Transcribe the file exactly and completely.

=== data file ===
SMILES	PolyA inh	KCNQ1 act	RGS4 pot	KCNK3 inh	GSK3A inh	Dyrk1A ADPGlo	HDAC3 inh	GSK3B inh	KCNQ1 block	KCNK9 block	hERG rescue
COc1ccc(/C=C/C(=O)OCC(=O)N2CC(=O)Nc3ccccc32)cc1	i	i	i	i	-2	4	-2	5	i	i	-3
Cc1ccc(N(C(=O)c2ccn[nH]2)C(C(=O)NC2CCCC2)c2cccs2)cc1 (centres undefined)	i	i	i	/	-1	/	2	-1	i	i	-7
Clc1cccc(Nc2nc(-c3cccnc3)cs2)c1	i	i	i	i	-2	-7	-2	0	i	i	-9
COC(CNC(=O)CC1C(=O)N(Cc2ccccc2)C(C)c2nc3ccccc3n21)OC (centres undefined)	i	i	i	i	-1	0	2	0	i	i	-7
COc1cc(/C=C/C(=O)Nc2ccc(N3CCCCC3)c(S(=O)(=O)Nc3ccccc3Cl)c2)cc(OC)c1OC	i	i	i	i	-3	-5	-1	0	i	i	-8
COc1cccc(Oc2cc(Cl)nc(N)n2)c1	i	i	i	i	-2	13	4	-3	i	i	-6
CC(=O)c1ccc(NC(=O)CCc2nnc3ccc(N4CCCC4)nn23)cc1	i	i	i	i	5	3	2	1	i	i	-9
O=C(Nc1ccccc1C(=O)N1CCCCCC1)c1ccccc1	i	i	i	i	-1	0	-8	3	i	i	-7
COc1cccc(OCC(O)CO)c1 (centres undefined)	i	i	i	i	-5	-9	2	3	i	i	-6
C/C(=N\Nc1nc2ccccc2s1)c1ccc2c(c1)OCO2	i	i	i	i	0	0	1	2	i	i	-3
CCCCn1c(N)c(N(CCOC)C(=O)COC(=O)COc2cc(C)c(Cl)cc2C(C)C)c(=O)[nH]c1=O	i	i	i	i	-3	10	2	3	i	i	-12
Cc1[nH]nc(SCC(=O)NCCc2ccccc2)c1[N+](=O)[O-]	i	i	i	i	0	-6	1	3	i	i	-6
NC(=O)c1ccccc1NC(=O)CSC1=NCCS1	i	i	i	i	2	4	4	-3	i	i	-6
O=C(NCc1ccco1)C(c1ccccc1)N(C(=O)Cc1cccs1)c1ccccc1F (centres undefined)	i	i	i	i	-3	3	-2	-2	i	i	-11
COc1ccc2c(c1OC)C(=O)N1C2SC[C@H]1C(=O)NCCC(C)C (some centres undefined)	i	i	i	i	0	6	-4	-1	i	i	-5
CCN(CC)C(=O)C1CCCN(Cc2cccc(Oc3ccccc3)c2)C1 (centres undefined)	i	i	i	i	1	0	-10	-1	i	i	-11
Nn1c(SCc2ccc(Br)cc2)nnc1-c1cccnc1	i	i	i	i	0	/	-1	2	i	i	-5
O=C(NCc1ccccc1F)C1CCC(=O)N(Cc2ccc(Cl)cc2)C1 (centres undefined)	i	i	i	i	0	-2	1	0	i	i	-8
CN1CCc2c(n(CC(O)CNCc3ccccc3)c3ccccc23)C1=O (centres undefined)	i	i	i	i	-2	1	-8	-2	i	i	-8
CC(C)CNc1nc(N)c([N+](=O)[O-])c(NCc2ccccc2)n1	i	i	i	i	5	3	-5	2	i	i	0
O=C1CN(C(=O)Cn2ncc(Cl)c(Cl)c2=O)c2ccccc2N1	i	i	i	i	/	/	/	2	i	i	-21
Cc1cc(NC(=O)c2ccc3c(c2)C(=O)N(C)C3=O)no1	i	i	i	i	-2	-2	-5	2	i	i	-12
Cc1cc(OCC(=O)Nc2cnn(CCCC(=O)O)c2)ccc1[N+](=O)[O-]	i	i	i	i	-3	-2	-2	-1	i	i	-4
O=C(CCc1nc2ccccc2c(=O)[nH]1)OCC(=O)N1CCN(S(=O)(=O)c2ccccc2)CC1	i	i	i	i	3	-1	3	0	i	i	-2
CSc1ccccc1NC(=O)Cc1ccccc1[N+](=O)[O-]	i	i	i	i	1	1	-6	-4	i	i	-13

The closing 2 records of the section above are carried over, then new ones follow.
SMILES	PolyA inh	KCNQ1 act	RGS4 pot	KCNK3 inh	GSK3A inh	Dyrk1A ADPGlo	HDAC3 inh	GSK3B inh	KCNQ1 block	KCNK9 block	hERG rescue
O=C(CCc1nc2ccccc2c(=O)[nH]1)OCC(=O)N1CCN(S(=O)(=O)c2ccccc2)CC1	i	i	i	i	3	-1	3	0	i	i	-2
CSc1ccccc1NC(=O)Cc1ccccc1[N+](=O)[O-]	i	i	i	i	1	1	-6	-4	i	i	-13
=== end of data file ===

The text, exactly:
SMILES	PolyA inh	KCNQ1 act	RGS4 pot	KCNK3 inh	GSK3A inh	Dyrk1A ADPGlo	HDAC3 inh	GSK3B inh	KCNQ1 block	KCNK9 block	hERG rescue
COc1ccc(/C=C/C(=O)OCC(=O)N2CC(=O)Nc3ccccc32)cc1	i	i	i	i	-2	4	-2	5	i	i	-3
Cc1ccc(N(C(=O)c2ccn[nH]2)C(C(=O)NC2CCCC2)c2cccs2)cc1 (centres undefined)	i	i	i	/	-1	/	2	-1	i	i	-7
Clc1cccc(Nc2nc(-c3cccnc3)cs2)c1	i	i	i	i	-2	-7	-2	0	i	i	-9
COC(CNC(=O)CC1C(=O)N(Cc2ccccc2)C(C)c2nc3ccccc3n21)OC (centres undefined)	i	i	i	i	-1	0	2	0	i	i	-7
COc1cc(/C=C/C(=O)Nc2ccc(N3CCCCC3)c(S(=O)(=O)Nc3ccccc3Cl)c2)cc(OC)c1OC	i	i	i	i	-3	-5	-1	0	i	i	-8
COc1cccc(Oc2cc(Cl)nc(N)n2)c1	i	i	i	i	-2	13	4	-3	i	i	-6
CC(=O)c1ccc(NC(=O)CCc2nnc3ccc(N4CCCC4)nn23)cc1	i	i	i	i	5	3	2	1	i	i	-9
O=C(Nc1ccccc1C(=O)N1CCCCCC1)c1ccccc1	i	i	i	i	-1	0	-8	3	i	i	-7
COc1cccc(OCC(O)CO)c1 (centres undefined)	i	i	i	i	-5	-9	2	3	i	i	-6
C/C(=N\Nc1nc2ccccc2s1)c1ccc2c(c1)OCO2	i	i	i	i	0	0	1	2	i	i	-3
CCCCn1c(N)c(N(CCOC)C(=O)COC(=O)COc2cc(C)c(Cl)cc2C(C)C)c(=O)[nH]c1=O	i	i	i	i	-3	10	2	3	i	i	-12
Cc1[nH]nc(SCC(=O)NCCc2ccccc2)c1[N+](=O)[O-]	i	i	i	i	0	-6	1	3	i	i	-6
NC(=O)c1ccccc1NC(=O)CSC1=NCCS1	i	i	i	i	2	4	4	-3	i	i	-6
O=C(NCc1ccco1)C(c1ccccc1)N(C(=O)Cc1cccs1)c1ccccc1F (centres undefined)	i	i	i	i	-3	3	-2	-2	i	i	-11
COc1ccc2c(c1OC)C(=O)N1C2SC[C@H]1C(=O)NCCC(C)C (some centres undefined)	i	i	i	i	0	6	-4	-1	i	i	-5
CCN(CC)C(=O)C1CCCN(Cc2cccc(Oc3ccccc3)c2)C1 (centres undefined)	i	i	i	i	1	0	-10	-1	i	i	-11
Nn1c(SCc2ccc(Br)cc2)nnc1-c1cccnc1	i	i	i	i	0	/	-1	2	i	i	-5
O=C(NCc1ccccc1F)C1CCC(=O)N(Cc2ccc(Cl)cc2)C1 (centres undefined)	i	i	i	i	0	-2	1	0	i	i	-8
CN1CCc2c(n(CC(O)CNCc3ccccc3)c3ccccc23)C1=O (centres undefined)	i	i	i	i	-2	1	-8	-2	i	i	-8
CC(C)CNc1nc(N)c([N+](=O)[O-])c(NCc2ccccc2)n1	i	i	i	i	5	3	-5	2	i	i	0
O=C1CN(C(=O)Cn2ncc(Cl)c(Cl)c2=O)c2ccccc2N1	i	i	i	i	/	/	/	2	i	i	-21
Cc1cc(NC(=O)c2ccc3c(c2)C(=O)N(C)C3=O)no1	i	i	i	i	-2	-2	-5	2	i	i	-12
Cc1cc(OCC(=O)Nc2cnn(CCCC(=O)O)c2)ccc1[N+](=O)[O-]	i	i	i	i	-3	-2	-2	-1	i	i	-4
O=C(CCc1nc2ccccc2c(=O)[nH]1)OCC(=O)N1CCN(S(=O)(=O)c2ccccc2)CC1	i	i	i	i	3	-1	3	0	i	i	-2
CSc1ccccc1NC(=O)Cc1ccccc1[N+](=O)[O-]	i	i	i	i	1	1	-6	-4	i	i	-13

The closing 2 records of the section above are carried over, then new ones follow.
SMILES	PolyA inh	KCNQ1 act	RGS4 pot	KCNK3 inh	GSK3A inh	Dyrk1A ADPGlo	HDAC3 inh	GSK3B inh	KCNQ1 block	KCNK9 block	hERG rescue
O=C(CCc1nc2ccccc2c(=O)[nH]1)OCC(=O)N1CCN(S(=O)(=O)c2ccccc2)CC1	i	i	i	i	3	-1	3	0	i	i	-2
CSc1ccccc1NC(=O)Cc1ccccc1[N+](=O)[O-]	i	i	i	i	1	1	-6	-4	i	i	-13